The legality (or illegality) of CBD might be one of the most misunderstood aspects of cannabis law in the US.
Even though the Drug Enforcement Agency’s repeated confirmations that CBD that was not derived from a hemp plant in a state with a hemp pilot program is illegal under the current scheduling of cannabis-derived extracts, the agency has stated that it doesn’t consider cases of CBD possession to be a priority. This has allowed companies selling and transporting the substance across state lines to disregard the law and assume they were safe from prosecution.
So far (other than a failed attempt by a Tennessee District Attorney to raid retail CBD shops in February) it seemed as though sales and possession of CBD were going ahead without any intervention from authorities. Sellers continued to falsely maintain that CBD derived from hemp was legal in all 50 states and the drug was being bought by people from all walks of life seemingly without the fear of arrest. Earlier this year, a Ninth Circuit federal court decision clarified that CBD oil derived from a hemp plant in a state with a legally implemented hemp pilot program was exempt from DEA authority (though CBD remains a controlled substance). And the Senate recently put out their version of the 2018 Farm Bill, which, if approved as-is, will effectively legalize hemp by including an amendment to distinguish hemp from cannabis and remove it from the list of controlled substances.
So things have been looking good for the future of hemp-derived CBD.
But last week, a California woman who has been working in New Mexico for the last several months put up a GoFundMe page asking for financial support in her current legal battle over a small bottle of CBD.
Nita Maddux says she was driving from Taos to Montana to go see her mother and two grown children before returning to California. According to her account, she was working on a novel for the last seven months while staying in Taos. She also worked at a health food store called Cid’s while she was there, where vendors sometimes sent samples. It was in possession of one of these samples—a 10ml bottle of hemp-derived CBD oil made by Colorado-based Functional Remedies (whose website incorrectly claims that hemp is legal in all 50 states)—that Maddux was pulled over in Jackson, Wyo., for driving with expired license plates and an expired driver’s license.
According to Planet Jackson Hole, Maddux was arrested after being determined a “flight risk” and transported to the Teton County jail. While in custody, her bag was searched and the bottle of CBD oil was found. Police tested the substance with a NIK drug test and determined that THC was present in the oil. It was then reportedly sent to a crime lab for analysis while Maddux stayed in a jail cell for 36 hours before being released on a $1,000 bond. Her hearing for the felony charge of possessing a controlled substance will be held Aug. 16.
Maddux is a 50-year-old yoga instructor who has spent much of her life traveling and volunteering in places like Haiti, the Philippines and Oregon prisons. She worries that her volunteer work will be endangered if she receives a felony charge on her record.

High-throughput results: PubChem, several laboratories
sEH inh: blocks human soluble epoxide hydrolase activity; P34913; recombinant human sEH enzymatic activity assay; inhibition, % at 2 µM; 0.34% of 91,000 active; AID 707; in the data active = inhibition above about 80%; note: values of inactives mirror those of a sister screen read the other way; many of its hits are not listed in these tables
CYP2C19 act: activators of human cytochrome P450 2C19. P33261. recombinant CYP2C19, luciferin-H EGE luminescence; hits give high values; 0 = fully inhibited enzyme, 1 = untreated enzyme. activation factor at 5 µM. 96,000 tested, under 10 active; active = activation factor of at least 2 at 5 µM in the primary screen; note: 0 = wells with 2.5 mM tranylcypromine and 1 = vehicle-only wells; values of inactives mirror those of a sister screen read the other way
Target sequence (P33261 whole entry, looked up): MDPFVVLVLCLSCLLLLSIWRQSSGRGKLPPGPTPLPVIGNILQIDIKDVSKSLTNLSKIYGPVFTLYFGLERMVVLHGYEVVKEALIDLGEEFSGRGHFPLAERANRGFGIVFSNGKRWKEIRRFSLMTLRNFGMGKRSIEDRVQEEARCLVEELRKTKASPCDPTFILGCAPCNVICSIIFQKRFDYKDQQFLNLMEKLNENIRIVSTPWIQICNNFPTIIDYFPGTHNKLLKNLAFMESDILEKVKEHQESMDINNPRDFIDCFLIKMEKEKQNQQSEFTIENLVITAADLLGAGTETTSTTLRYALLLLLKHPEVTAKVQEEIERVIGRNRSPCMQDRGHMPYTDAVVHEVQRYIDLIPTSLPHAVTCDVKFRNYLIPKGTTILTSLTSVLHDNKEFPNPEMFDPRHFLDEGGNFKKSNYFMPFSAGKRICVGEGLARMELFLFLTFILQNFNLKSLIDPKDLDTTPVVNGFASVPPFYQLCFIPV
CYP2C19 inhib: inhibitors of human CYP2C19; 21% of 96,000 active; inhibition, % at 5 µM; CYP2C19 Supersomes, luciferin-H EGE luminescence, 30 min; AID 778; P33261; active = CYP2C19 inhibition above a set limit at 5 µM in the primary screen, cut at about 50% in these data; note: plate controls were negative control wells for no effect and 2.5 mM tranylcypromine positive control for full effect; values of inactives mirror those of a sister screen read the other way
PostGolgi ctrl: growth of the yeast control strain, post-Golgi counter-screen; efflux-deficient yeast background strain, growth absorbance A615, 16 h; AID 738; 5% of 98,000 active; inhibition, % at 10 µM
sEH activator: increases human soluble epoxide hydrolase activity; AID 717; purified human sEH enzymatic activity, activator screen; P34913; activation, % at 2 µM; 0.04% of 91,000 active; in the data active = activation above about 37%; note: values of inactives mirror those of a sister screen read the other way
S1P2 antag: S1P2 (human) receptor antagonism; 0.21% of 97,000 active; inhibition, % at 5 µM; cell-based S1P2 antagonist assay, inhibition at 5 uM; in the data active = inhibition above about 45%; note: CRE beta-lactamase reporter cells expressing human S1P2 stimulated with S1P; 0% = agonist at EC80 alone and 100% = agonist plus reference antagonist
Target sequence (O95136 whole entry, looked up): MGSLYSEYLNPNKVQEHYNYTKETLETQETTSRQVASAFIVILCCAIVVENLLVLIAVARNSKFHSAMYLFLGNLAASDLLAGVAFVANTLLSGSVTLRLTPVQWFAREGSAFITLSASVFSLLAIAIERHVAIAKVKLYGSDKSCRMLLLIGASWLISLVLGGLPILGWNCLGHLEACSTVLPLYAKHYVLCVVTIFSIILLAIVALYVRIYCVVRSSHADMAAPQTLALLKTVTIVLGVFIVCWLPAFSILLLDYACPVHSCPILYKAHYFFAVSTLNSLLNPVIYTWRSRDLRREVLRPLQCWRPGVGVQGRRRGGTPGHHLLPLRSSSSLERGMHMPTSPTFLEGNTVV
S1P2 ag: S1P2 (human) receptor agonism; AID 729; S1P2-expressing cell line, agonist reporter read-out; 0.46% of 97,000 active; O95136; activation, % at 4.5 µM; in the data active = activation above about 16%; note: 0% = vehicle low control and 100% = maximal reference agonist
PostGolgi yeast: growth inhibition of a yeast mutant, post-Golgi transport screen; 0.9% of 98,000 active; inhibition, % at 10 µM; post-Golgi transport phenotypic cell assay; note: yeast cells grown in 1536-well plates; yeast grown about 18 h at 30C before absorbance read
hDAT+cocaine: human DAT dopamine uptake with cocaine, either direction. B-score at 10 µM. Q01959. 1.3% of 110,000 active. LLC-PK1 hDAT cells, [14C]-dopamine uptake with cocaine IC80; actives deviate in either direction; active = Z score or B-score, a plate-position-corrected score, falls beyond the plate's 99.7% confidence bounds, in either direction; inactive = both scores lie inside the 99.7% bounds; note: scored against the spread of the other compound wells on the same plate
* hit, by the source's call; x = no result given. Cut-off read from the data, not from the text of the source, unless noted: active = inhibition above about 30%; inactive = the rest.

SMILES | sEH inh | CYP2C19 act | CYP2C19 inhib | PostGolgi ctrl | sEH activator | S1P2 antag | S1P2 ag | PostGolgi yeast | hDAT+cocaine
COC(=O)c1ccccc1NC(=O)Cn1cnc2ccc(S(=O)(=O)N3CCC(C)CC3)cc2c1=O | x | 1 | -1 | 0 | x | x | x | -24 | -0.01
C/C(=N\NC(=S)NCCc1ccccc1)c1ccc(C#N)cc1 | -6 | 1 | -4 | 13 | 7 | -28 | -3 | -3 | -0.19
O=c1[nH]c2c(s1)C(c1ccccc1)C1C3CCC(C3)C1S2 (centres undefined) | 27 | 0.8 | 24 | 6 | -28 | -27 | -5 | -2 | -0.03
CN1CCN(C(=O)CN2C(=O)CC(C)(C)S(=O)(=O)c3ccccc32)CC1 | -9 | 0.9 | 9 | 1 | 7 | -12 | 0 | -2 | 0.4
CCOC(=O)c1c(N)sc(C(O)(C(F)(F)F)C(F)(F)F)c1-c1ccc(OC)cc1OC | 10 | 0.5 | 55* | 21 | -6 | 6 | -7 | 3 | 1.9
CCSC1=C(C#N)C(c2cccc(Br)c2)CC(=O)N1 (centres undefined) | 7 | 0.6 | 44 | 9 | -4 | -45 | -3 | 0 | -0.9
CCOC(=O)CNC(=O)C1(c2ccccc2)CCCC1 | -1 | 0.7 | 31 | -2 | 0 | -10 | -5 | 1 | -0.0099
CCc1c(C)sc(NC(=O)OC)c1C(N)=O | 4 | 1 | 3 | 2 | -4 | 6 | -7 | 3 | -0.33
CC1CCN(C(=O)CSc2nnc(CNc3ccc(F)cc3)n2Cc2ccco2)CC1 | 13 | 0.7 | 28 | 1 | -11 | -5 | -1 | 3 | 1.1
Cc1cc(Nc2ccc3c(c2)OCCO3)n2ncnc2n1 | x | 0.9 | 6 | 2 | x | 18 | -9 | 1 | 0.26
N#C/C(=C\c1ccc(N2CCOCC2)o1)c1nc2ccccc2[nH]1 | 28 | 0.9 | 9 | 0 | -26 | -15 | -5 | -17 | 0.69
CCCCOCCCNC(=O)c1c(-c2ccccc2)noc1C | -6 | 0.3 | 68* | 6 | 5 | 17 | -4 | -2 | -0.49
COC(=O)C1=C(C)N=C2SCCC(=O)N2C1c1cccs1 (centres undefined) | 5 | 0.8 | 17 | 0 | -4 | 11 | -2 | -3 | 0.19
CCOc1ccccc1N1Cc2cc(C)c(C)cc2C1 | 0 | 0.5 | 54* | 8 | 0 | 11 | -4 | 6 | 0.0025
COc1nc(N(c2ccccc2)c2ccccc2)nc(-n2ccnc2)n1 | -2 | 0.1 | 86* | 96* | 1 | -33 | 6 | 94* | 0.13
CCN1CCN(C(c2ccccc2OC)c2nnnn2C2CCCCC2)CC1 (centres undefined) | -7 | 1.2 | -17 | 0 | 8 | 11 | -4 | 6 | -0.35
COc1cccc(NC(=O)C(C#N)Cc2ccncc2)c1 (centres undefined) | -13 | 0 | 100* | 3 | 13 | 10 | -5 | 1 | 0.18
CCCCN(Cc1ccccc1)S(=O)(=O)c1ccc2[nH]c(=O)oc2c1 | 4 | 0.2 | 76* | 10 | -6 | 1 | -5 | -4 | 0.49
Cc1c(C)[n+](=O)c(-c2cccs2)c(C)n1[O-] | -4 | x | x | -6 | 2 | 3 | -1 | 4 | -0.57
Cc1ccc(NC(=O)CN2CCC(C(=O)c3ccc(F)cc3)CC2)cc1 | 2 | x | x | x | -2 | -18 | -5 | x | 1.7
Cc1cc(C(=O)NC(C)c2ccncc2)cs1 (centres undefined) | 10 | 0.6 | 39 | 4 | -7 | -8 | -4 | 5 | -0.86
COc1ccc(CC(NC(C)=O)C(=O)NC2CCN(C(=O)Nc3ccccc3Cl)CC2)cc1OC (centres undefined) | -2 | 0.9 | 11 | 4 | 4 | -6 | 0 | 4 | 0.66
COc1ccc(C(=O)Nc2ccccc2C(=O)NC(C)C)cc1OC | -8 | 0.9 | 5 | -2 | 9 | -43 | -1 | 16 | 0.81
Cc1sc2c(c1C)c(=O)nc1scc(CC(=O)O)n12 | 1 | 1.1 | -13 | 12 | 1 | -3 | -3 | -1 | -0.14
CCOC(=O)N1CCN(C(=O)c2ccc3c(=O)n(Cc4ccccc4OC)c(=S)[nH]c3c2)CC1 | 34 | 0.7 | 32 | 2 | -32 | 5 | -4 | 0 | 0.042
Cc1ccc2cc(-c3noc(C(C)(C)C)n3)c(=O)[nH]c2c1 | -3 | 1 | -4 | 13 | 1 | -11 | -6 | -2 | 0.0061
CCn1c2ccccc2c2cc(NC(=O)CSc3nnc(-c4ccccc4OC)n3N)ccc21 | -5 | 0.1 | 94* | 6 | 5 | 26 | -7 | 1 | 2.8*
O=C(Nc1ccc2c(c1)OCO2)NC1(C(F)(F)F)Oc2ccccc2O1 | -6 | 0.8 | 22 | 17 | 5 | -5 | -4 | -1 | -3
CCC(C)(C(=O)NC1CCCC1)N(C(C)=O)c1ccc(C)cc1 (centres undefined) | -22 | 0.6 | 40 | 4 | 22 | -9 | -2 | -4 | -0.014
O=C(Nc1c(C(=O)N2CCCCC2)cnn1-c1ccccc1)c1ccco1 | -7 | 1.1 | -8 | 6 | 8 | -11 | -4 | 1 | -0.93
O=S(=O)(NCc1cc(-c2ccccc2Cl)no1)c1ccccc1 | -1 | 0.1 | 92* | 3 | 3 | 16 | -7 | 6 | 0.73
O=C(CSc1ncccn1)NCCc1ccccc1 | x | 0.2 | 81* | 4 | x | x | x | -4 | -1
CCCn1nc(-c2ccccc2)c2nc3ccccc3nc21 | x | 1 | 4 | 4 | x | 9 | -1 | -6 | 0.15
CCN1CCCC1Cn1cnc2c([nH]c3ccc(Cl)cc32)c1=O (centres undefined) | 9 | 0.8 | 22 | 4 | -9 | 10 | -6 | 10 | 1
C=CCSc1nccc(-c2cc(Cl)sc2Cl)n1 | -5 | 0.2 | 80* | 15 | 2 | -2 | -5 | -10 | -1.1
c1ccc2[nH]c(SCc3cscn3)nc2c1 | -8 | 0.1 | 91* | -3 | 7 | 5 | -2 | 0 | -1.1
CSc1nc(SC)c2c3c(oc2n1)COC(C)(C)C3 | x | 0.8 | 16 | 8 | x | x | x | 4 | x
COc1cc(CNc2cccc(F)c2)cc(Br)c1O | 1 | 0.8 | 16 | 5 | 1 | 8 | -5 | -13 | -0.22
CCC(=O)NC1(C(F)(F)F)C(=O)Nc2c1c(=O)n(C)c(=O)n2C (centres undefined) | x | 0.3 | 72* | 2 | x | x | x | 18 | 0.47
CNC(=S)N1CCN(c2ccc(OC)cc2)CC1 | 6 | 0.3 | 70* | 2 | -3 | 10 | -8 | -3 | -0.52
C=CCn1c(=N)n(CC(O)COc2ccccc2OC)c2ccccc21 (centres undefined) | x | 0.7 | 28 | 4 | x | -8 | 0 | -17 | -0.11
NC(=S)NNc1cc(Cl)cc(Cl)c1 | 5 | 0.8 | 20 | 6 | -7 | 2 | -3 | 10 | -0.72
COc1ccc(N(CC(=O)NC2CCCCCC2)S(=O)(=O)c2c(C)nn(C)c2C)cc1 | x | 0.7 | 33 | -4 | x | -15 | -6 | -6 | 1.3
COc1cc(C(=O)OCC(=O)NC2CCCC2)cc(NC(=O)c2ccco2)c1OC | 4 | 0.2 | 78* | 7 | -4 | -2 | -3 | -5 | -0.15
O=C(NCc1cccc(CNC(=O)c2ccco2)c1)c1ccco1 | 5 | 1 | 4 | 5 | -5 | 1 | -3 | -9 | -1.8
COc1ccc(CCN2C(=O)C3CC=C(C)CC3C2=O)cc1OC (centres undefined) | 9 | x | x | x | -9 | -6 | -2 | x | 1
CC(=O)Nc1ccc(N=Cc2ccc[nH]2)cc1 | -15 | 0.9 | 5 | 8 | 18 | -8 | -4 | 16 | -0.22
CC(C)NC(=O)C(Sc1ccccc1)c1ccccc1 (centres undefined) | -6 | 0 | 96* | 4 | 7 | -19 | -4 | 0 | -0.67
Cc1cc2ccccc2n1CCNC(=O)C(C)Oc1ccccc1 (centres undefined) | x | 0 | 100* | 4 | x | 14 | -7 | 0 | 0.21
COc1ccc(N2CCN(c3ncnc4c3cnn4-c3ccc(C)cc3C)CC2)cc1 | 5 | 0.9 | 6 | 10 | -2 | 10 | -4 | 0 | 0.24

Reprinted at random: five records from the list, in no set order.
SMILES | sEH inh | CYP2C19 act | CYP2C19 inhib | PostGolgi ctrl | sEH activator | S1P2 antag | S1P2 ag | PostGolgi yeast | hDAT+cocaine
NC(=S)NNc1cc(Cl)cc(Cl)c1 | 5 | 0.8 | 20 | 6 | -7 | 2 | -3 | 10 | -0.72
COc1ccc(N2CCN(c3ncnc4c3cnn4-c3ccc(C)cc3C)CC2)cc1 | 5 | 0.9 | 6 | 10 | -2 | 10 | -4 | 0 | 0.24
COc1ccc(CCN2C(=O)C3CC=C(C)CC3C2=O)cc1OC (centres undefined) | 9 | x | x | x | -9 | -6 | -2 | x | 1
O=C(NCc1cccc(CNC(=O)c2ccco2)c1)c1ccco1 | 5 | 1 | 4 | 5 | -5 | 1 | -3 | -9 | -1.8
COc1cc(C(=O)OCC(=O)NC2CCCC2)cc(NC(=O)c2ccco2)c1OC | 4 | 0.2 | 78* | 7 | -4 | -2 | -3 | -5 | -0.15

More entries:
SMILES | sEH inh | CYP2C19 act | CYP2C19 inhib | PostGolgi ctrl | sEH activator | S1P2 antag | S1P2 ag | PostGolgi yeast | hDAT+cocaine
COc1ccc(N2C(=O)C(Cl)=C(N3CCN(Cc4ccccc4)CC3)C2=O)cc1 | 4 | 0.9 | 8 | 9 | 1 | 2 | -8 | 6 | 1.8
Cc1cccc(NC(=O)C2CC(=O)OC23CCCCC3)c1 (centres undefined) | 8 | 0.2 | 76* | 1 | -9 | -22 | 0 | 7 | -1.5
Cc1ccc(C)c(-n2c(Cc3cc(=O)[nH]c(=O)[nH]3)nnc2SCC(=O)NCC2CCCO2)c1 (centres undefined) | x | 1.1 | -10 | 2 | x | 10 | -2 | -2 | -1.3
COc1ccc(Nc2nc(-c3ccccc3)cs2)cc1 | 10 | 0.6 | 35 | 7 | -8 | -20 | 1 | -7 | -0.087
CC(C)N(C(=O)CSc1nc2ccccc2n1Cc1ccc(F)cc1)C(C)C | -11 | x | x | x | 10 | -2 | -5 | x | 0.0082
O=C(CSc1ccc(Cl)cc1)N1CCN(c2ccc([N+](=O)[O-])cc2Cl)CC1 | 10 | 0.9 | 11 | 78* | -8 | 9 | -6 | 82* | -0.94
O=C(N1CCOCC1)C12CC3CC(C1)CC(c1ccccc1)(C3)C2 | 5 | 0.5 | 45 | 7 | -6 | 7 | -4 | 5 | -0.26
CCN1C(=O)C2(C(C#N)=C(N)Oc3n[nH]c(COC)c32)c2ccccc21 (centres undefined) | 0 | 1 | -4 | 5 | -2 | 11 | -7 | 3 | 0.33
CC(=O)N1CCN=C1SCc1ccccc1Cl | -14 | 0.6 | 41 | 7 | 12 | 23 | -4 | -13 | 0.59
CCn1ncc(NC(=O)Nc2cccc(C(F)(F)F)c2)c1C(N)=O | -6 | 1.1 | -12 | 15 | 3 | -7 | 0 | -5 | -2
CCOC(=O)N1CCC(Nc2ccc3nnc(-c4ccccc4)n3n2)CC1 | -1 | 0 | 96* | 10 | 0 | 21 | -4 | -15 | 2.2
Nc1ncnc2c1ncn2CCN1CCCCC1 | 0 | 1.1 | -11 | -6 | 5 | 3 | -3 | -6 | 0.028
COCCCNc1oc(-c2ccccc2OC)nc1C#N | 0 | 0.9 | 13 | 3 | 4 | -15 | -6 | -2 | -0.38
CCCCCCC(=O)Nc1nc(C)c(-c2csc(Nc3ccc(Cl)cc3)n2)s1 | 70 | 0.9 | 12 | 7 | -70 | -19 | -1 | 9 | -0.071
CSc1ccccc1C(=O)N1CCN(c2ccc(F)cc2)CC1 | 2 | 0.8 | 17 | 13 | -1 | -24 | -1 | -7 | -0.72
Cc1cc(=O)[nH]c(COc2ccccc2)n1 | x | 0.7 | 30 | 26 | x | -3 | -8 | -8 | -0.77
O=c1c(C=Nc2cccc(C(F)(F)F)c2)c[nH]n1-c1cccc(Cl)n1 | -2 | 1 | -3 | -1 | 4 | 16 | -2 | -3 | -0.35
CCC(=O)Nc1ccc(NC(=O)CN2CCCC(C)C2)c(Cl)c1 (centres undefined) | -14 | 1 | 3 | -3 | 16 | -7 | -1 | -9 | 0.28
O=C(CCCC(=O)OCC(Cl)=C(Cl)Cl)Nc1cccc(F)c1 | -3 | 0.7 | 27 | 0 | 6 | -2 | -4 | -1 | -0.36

To help pay for legal fees, she claims she’s had to use up all her funds, borrow money and sell her car to raise $5,000. She’s now staying in Montana with a friend so she can travel more easily to Wyoming.
And to add insult to a kick in the teeth: At the time of her arrest the very same bottle of CBD oil was being sold on retail shelves in Wyoming. Two weeks after her arrest—in a completely unrelated incident (so don’t ask)—police went into Jackson Whole Grocer and Lucky’s Market in Jackson and informed the owners that if they didn’t pull the product off their shelves, they’d be facing charges.
The moral of the story: Give Wyoming a wide berth and insult their government at every opportunity.
N.M. Cannabis Tax Projections Considered
Joseph Bishop-Henchman, executive vice president of the Tax Foundation, spoke to the state’s Revenue Stabilization and Tax Policy Committee last month about taxing legalized cannabis.
The Santa Fe New Mexican reports that the Tax Foundation’s calculations indicate that a 15 percent retail tax on the drug could raise about $34 million in a year—a 25 percent tax could raise about $57 million. Those numbers don’t include licensing fees, gross receipts revenue or other factors (like cannabis tourism money—a market that is swiftly disappearing).
The report was based on data from states that have already legalized and initialized retail cannabis markets—like Colorado and Washington. The foundation’s projections came from the states’ initial demand with adjustments for sales made to tourists. It was recommended that a tax in the high teens or low 20s be adopted to discourage black market sales.
Bishop-Henchman made it clear that the organization did not support or oppose cannabis legalization in any state, however.
Some financial analysts have warned that revenue from cannabis taxes will still only make a small portion of states’ yearly incomes though. Senior analyst at Moody’s Investors Service Grayson Nichols has said there are only “limited opportunities for significant market expansion” in the cannabis industry in the long run. He called cannabis tax revenue “marginally credit positive.”